Study Guide

Alan Ryves in The Demon's Lexicon

By Sarah Rees Brennan

Alan Ryves

Not Just a Nice Guy

When Nick asks Alan for help with the kitchen sink, Alan replies, "No, I'm too busy cooking. You do the heavy lifting around here. I'm more the sensitive intellectual type" (1.5), and at first, that seems like a pretty good description of him. He works in a bookstore, he translates Sumerian tablets, and he loves to learn. He's kind, he's gentle, and he's helpful, and, as Nick says, he "care[s] so much about kindness "(5.67).

So at first glance, it seems that Alan is the quintessential nice guy who's destined to finish last, and when we see the way his crush, Mae, looks at Nick? Well we kind of feel sorry for the poor guy. But Alan isn't just nice. In fact, sometimes he isn't nice at all.

Consider the fact that he allows Nick to live with a mother who openly detests him for sixteen years, and then has the gall to get upset when Nick can't find love in his heart for Olivia. Alan even goes so far as to shame Nick, saying, "I know she isn't good to you, but you've lived with her all your life. […] Do you care at all?" (4.66) Essentially, he's chastising a younger brother who's been verbally abused and neglected by his mother for his entire life, which makes it pretty hard for us to see Alan as particularly nice at this moment.

And then there's the way he blackmails Merris at the House of Mezentius, saying, "I don't think many people will approve of you leeching money from the helpless victims of magicians and using it to gain power in our Market. Because that's the way I'll spin it, Merris. And people will believe me. I can make people trust me" (10.218). Effective, yes, but again: not very nice.

Pants on Fire

As Alan reveals to Merris in the blackmail scene, he is gifted at manipulating people and he's a great liar. At one point, Nick expresses that "it had always been a comfort to him that Alan could lie so well," and he also thinks that "Alan never looked kinder than when he was lying to someone" (6.190).

The thing about Alan is that he's super smart… and super sneaky. In fact, it's nice guy Alan—not demon boy Nick—who engages in the most deception over the course of the book.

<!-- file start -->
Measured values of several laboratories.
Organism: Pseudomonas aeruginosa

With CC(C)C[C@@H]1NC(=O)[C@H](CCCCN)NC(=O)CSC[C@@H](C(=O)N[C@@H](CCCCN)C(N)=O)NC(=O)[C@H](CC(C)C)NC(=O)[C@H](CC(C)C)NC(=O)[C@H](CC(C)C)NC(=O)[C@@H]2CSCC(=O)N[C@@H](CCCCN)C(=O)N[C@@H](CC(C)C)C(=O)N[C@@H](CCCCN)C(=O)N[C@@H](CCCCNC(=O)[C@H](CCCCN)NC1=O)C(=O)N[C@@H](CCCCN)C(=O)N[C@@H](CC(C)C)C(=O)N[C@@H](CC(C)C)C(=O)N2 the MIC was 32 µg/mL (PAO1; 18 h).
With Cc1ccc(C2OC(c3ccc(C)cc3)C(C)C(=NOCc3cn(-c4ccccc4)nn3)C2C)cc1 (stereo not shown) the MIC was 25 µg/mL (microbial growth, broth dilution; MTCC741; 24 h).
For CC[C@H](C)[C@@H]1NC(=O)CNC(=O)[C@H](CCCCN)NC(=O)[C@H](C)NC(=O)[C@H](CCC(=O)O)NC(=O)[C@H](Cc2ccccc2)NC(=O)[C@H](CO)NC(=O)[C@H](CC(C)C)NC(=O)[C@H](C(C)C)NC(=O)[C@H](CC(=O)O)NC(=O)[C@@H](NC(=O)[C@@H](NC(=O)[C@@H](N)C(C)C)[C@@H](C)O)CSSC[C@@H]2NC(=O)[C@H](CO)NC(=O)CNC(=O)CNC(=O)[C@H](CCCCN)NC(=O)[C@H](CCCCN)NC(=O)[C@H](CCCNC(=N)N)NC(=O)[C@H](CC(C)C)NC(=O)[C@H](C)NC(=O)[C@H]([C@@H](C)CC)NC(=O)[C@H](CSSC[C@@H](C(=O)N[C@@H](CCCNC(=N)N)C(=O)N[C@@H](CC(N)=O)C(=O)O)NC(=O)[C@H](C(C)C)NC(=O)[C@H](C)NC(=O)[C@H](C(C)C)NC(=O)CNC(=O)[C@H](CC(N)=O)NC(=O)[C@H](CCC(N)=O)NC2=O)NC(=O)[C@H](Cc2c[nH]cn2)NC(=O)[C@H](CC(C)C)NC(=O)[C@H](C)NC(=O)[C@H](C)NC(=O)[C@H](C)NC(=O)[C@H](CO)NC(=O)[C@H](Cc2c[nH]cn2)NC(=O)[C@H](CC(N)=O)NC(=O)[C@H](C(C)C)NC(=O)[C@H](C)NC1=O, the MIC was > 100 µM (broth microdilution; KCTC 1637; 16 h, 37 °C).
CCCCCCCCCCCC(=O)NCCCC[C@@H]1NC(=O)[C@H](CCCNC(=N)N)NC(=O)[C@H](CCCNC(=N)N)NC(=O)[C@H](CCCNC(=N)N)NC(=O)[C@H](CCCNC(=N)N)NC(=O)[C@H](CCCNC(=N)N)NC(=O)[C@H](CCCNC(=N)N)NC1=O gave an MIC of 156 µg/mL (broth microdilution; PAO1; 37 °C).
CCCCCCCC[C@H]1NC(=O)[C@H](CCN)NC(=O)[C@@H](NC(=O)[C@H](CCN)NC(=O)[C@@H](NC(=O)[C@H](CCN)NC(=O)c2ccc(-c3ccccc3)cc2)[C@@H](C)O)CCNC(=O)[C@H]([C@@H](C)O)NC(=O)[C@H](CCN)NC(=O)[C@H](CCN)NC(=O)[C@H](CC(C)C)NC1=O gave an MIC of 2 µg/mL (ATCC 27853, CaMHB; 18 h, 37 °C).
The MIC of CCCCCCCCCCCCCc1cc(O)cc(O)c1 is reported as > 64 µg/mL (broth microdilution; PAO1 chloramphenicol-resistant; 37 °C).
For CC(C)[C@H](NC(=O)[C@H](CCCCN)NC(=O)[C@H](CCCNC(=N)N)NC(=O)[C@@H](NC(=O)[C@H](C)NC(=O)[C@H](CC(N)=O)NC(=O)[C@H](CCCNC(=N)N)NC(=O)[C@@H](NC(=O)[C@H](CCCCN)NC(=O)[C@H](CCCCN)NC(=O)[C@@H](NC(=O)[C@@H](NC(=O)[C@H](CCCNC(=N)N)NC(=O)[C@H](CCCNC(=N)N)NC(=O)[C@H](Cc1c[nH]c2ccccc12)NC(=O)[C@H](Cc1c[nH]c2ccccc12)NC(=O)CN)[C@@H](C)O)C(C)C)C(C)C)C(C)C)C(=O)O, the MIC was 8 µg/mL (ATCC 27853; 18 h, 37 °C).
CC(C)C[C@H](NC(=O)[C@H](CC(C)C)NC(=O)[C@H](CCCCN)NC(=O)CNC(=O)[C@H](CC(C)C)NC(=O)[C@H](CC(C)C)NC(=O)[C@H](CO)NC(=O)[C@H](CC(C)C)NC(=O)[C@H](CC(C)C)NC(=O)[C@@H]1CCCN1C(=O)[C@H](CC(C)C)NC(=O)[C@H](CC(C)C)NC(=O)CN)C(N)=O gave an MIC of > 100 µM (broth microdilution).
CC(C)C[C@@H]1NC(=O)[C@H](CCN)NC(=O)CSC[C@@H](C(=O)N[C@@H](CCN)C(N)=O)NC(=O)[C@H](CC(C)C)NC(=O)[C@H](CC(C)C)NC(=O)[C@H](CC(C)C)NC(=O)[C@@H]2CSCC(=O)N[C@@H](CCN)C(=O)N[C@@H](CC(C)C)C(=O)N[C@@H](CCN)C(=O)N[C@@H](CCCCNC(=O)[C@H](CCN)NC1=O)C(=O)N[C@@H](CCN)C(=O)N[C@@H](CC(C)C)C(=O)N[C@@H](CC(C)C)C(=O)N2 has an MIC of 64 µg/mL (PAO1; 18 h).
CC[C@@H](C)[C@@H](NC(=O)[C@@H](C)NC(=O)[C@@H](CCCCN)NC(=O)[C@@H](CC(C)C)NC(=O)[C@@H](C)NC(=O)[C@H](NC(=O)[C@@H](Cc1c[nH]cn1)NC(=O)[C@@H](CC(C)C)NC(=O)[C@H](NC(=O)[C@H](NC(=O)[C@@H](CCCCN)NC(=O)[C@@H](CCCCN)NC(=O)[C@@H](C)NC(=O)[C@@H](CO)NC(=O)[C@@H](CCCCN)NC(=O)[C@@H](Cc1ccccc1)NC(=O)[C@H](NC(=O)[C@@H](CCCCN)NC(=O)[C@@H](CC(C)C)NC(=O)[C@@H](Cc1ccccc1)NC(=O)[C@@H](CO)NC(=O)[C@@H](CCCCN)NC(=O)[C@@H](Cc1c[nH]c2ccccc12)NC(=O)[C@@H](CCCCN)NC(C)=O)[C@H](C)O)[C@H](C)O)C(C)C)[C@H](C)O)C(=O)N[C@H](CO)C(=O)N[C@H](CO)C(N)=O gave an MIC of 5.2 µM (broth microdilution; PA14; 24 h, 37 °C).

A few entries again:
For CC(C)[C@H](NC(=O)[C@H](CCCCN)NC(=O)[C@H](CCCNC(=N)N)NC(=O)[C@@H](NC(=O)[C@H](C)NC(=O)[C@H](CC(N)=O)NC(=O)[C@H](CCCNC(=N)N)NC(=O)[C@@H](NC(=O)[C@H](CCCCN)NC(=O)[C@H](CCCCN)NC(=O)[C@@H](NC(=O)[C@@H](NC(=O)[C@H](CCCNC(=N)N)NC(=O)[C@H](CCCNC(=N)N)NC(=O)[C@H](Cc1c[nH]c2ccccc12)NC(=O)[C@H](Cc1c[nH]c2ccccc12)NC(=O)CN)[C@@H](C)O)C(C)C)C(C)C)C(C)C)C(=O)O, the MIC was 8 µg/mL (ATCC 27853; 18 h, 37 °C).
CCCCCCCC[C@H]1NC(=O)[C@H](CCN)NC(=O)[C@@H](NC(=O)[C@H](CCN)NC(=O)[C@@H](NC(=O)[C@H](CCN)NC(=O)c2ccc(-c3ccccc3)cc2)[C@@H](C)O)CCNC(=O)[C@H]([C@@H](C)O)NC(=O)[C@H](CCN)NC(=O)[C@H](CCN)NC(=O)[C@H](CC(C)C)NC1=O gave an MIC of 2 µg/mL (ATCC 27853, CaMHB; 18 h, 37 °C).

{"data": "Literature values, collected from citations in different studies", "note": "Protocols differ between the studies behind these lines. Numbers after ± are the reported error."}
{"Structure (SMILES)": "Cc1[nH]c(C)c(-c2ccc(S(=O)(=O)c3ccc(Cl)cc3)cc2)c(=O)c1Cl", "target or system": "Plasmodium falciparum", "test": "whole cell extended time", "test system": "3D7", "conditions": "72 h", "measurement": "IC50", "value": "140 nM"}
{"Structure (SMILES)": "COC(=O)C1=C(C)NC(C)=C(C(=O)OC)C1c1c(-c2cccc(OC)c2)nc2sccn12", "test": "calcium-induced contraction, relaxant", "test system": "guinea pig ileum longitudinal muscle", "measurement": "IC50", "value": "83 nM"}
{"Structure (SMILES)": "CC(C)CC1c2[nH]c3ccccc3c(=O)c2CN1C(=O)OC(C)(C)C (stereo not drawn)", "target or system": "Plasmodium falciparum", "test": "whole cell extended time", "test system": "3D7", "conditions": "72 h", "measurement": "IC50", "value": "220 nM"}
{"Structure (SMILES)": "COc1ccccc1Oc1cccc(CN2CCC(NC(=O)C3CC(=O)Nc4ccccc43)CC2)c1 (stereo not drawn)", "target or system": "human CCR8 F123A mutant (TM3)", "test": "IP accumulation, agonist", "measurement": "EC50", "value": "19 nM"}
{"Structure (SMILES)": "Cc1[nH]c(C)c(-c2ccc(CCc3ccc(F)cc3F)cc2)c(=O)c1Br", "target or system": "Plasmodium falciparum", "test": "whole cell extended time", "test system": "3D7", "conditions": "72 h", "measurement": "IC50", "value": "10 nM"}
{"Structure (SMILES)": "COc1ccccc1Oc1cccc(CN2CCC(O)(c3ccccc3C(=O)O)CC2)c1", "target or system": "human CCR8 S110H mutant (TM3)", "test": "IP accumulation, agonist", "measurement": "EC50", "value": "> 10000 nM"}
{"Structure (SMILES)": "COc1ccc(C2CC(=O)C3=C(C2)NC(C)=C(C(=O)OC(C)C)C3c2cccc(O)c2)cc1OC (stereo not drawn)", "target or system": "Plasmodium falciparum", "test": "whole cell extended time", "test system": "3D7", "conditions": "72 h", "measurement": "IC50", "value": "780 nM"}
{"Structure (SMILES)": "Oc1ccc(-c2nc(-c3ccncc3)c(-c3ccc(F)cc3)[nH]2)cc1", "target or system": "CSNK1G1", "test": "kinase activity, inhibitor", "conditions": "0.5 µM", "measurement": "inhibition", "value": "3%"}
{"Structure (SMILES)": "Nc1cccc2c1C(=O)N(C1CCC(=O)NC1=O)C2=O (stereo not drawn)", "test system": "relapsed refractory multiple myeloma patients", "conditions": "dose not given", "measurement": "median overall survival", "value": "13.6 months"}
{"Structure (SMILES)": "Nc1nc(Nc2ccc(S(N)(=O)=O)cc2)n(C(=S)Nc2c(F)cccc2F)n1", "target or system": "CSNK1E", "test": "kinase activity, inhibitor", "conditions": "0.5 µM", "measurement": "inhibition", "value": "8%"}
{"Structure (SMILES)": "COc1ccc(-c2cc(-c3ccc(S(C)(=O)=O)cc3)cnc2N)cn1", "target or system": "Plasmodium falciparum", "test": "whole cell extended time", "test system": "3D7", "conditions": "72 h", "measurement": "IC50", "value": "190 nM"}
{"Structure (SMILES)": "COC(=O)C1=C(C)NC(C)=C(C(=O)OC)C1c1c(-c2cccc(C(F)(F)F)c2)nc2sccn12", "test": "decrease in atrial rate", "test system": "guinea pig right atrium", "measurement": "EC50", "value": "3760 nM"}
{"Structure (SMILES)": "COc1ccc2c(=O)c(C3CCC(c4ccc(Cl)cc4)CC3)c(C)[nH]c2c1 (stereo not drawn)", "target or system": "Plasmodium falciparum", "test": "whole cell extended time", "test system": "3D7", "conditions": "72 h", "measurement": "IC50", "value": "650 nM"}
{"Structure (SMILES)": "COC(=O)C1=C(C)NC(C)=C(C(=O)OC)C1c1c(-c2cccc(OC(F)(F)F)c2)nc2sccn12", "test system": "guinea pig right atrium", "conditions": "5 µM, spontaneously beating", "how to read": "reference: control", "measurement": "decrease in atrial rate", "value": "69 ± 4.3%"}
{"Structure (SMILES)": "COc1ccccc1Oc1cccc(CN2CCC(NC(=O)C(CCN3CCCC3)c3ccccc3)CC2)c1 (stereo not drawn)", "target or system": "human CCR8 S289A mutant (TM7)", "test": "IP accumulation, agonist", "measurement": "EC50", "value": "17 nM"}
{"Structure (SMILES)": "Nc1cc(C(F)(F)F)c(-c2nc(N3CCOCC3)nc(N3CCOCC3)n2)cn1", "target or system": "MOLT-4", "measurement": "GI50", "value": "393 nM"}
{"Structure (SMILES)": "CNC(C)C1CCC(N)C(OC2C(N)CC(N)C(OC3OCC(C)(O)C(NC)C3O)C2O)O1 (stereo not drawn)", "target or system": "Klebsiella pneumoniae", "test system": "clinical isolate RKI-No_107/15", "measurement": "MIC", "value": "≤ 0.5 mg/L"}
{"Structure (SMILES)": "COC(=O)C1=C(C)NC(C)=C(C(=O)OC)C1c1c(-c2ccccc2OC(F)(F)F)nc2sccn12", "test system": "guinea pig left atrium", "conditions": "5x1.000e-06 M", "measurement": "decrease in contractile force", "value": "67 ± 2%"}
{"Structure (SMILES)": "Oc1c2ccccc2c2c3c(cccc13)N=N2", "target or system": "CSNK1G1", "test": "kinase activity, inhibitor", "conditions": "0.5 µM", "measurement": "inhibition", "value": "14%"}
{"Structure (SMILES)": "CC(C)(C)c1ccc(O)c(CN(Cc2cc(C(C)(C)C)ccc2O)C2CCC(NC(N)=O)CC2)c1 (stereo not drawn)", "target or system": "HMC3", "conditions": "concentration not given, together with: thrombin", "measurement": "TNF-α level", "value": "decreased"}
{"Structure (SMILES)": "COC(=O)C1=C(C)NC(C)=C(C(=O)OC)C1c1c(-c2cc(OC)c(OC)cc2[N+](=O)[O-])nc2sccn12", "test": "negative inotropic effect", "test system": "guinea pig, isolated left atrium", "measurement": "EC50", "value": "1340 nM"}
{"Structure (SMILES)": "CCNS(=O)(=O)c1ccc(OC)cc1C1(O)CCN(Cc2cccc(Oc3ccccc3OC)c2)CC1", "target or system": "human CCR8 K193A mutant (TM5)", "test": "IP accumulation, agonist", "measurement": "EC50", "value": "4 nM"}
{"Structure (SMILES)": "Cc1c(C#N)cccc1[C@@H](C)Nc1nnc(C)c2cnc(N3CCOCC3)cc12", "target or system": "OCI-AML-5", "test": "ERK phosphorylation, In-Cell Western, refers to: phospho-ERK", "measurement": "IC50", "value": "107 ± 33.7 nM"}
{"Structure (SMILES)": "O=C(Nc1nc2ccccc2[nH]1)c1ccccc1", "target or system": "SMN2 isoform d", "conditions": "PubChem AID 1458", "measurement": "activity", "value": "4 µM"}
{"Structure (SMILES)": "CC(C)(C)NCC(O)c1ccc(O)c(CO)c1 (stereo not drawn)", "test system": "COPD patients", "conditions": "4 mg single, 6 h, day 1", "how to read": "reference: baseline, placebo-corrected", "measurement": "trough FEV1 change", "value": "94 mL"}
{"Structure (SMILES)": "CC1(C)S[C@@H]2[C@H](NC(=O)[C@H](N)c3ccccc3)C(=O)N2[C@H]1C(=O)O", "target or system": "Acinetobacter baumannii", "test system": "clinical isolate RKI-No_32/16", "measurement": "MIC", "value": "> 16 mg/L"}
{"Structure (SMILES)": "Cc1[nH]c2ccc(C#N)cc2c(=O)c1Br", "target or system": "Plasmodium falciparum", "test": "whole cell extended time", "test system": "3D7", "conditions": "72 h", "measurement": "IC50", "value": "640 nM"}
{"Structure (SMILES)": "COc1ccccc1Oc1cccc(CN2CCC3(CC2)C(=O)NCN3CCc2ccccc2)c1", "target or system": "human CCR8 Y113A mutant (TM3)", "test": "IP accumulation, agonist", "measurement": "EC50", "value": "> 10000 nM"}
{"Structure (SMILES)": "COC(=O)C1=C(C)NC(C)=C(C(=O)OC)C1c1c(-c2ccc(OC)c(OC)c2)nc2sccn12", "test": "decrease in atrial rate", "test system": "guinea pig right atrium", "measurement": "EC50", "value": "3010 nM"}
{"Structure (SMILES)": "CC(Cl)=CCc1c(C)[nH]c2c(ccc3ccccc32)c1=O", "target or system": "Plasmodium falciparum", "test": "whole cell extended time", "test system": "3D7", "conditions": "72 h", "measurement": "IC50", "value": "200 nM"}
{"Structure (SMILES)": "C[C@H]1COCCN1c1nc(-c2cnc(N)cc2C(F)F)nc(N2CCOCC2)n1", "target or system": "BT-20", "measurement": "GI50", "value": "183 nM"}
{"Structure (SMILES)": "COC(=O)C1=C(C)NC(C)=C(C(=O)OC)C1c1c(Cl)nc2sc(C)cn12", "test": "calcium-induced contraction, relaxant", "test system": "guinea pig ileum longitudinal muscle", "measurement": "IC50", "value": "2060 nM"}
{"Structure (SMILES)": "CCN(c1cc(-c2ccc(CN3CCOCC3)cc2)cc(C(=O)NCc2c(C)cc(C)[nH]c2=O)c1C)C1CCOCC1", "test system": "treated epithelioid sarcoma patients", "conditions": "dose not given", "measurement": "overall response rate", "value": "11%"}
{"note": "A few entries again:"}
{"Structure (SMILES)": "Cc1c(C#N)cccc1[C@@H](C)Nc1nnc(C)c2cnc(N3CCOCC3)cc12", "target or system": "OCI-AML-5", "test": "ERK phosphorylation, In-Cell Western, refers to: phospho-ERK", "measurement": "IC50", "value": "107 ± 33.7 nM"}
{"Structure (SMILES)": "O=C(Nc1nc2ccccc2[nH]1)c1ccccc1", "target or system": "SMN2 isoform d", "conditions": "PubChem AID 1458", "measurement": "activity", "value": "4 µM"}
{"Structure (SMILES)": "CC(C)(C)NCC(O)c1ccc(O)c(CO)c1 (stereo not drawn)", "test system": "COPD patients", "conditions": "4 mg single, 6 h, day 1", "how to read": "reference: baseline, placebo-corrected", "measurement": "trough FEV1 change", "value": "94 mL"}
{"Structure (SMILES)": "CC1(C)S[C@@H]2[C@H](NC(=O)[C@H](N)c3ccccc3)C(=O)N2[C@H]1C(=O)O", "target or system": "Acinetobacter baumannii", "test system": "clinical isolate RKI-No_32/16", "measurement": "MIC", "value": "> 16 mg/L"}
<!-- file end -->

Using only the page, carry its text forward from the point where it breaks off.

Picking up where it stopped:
Stronger Than He Looks

One deception Alan perpetrates is the continuous charade of making himself appear weaker than he is. Upon meeting Mae and Jamie, for instance, "He rumpled his hair and adjusted his glasses in an anxious sort of way, and he took a couple of steps back into the kitchen. He let them see the limp: He used that, the same way he used everything" (1.122). Manipulative much?

He does this in order to appear non-threatening to friends and foes alike. With friends, it's disarming; it makes people feel comfortable around him. And with enemies? We're guessing that Black Arthur isn't the first one that's ever given Alan an advantage by underestimating him, and we doubt he'll be the last. But does that make all of Alan's deception okay?

Keeping Secrets—For a Cause

Another testament to Alan's sneaky, deceptive side is the number of secrets he's carrying around. He's got secrets about his real family, secrets about his brother's genus and species, secrets about Olivia's past, and secrets about his plans to settle things with Black Arthur… and he manages to keep them all, well, secret. Sure he seems to believe that what he's doing is in everyone's best interests, but again—does that give him the right to withhold information and make decisions that will affect people profoundly on his own?

Of course, we don't know until the end just how many tricks Alan has up his sleeve, but it's very interesting to realize that Alan, the guy who seems so straightforward and easy to read, is just as much of an enigma as his pseudo-human brother. And when we look back over all of the decisions Alan made in order to get things to work out the way they did, we have two distinct reactions:

  • Wow—he must have a heckuva chess game; and
  • Yikes—there's a dude we'd never want to cross.

Sure everything seems to have turned out okay in the end, but as we go back over all of Alan's actions (for the last couple of years, at least), we can't help wondering, does this end result justify Alan's means? Either way, one thing's for certain: Now that we have an idea what Alan's capable of, we'll be more wary of this "nice guy" going forward.